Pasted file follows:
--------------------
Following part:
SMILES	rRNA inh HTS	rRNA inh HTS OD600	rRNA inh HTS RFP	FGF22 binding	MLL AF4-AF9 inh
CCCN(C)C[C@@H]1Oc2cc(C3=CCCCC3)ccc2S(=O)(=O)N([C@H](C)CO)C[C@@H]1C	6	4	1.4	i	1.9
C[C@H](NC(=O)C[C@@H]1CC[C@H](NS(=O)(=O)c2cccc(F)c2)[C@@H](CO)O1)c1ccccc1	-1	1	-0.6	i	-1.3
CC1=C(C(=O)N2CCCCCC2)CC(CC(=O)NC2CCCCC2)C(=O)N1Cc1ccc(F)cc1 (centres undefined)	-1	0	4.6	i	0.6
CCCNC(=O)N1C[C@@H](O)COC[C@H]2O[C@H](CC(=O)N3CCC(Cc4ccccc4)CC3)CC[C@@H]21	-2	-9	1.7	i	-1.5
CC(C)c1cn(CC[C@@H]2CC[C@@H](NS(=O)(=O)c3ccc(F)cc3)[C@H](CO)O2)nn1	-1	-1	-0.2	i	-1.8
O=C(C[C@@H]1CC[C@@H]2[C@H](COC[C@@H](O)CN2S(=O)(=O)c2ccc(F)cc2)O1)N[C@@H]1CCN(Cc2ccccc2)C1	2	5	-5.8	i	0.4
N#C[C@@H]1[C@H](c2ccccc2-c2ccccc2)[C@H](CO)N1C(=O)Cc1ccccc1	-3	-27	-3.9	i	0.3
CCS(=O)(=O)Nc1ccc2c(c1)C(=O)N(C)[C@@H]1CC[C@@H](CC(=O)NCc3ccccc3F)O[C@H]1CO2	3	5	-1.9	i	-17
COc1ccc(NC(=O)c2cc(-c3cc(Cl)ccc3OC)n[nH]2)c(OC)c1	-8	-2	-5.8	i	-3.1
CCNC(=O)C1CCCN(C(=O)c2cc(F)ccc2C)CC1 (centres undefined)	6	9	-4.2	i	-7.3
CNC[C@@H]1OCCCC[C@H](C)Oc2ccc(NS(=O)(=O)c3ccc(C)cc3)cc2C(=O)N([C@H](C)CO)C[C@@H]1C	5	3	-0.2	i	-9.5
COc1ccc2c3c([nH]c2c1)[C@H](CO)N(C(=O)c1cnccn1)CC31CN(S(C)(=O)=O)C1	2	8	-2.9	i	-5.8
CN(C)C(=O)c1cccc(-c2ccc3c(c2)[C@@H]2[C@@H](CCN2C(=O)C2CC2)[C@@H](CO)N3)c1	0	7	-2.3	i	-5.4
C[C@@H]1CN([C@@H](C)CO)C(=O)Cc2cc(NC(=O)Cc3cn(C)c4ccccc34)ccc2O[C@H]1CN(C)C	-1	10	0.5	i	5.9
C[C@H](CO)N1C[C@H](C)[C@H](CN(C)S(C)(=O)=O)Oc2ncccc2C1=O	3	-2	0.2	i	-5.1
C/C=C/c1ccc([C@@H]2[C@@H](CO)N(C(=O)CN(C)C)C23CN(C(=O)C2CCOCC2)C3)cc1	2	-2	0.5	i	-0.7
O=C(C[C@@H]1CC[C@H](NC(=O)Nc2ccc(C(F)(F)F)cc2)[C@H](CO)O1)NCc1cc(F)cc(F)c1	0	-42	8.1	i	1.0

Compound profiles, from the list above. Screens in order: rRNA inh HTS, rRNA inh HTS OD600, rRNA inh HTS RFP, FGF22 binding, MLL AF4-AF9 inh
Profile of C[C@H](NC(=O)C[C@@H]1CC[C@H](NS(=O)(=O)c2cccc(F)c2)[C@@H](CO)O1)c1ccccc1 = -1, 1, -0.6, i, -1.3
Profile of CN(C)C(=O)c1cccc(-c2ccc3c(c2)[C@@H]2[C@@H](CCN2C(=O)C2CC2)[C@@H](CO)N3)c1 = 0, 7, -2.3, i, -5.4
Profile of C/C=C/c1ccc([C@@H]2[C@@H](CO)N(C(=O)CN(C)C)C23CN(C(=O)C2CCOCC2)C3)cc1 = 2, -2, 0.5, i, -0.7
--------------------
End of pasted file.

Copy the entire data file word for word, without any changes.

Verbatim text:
Following part:
SMILES	rRNA inh HTS	rRNA inh HTS OD600	rRNA inh HTS RFP	FGF22 binding	MLL AF4-AF9 inh
CCCN(C)C[C@@H]1Oc2cc(C3=CCCCC3)ccc2S(=O)(=O)N([C@H](C)CO)C[C@@H]1C	6	4	1.4	i	1.9
C[C@H](NC(=O)C[C@@H]1CC[C@H](NS(=O)(=O)c2cccc(F)c2)[C@@H](CO)O1)c1ccccc1	-1	1	-0.6	i	-1.3
CC1=C(C(=O)N2CCCCCC2)CC(CC(=O)NC2CCCCC2)C(=O)N1Cc1ccc(F)cc1 (centres undefined)	-1	0	4.6	i	0.6
CCCNC(=O)N1C[C@@H](O)COC[C@H]2O[C@H](CC(=O)N3CCC(Cc4ccccc4)CC3)CC[C@@H]21	-2	-9	1.7	i	-1.5
CC(C)c1cn(CC[C@@H]2CC[C@@H](NS(=O)(=O)c3ccc(F)cc3)[C@H](CO)O2)nn1	-1	-1	-0.2	i	-1.8
O=C(C[C@@H]1CC[C@@H]2[C@H](COC[C@@H](O)CN2S(=O)(=O)c2ccc(F)cc2)O1)N[C@@H]1CCN(Cc2ccccc2)C1	2	5	-5.8	i	0.4
N#C[C@@H]1[C@H](c2ccccc2-c2ccccc2)[C@H](CO)N1C(=O)Cc1ccccc1	-3	-27	-3.9	i	0.3
CCS(=O)(=O)Nc1ccc2c(c1)C(=O)N(C)[C@@H]1CC[C@@H](CC(=O)NCc3ccccc3F)O[C@H]1CO2	3	5	-1.9	i	-17
COc1ccc(NC(=O)c2cc(-c3cc(Cl)ccc3OC)n[nH]2)c(OC)c1	-8	-2	-5.8	i	-3.1
CCNC(=O)C1CCCN(C(=O)c2cc(F)ccc2C)CC1 (centres undefined)	6	9	-4.2	i	-7.3
CNC[C@@H]1OCCCC[C@H](C)Oc2ccc(NS(=O)(=O)c3ccc(C)cc3)cc2C(=O)N([C@H](C)CO)C[C@@H]1C	5	3	-0.2	i	-9.5
COc1ccc2c3c([nH]c2c1)[C@H](CO)N(C(=O)c1cnccn1)CC31CN(S(C)(=O)=O)C1	2	8	-2.9	i	-5.8
CN(C)C(=O)c1cccc(-c2ccc3c(c2)[C@@H]2[C@@H](CCN2C(=O)C2CC2)[C@@H](CO)N3)c1	0	7	-2.3	i	-5.4
C[C@@H]1CN([C@@H](C)CO)C(=O)Cc2cc(NC(=O)Cc3cn(C)c4ccccc34)ccc2O[C@H]1CN(C)C	-1	10	0.5	i	5.9
C[C@H](CO)N1C[C@H](C)[C@H](CN(C)S(C)(=O)=O)Oc2ncccc2C1=O	3	-2	0.2	i	-5.1
C/C=C/c1ccc([C@@H]2[C@@H](CO)N(C(=O)CN(C)C)C23CN(C(=O)C2CCOCC2)C3)cc1	2	-2	0.5	i	-0.7
O=C(C[C@@H]1CC[C@H](NC(=O)Nc2ccc(C(F)(F)F)cc2)[C@H](CO)O1)NCc1cc(F)cc(F)c1	0	-42	8.1	i	1.0

Compound profiles, from the list above. Screens in order: rRNA inh HTS, rRNA inh HTS OD600, rRNA inh HTS RFP, FGF22 binding, MLL AF4-AF9 inh
Profile of C[C@H](NC(=O)C[C@@H]1CC[C@H](NS(=O)(=O)c2cccc(F)c2)[C@@H](CO)O1)c1ccccc1 = -1, 1, -0.6, i, -1.3
Profile of CN(C)C(=O)c1cccc(-c2ccc3c(c2)[C@@H]2[C@@H](CCN2C(=O)C2CC2)[C@@H](CO)N3)c1 = 0, 7, -2.3, i, -5.4
Profile of C/C=C/c1ccc([C@@H]2[C@@H](CO)N(C(=O)CN(C)C)C23CN(C(=O)C2CCOCC2)C3)cc1 = 2, -2, 0.5, i, -0.7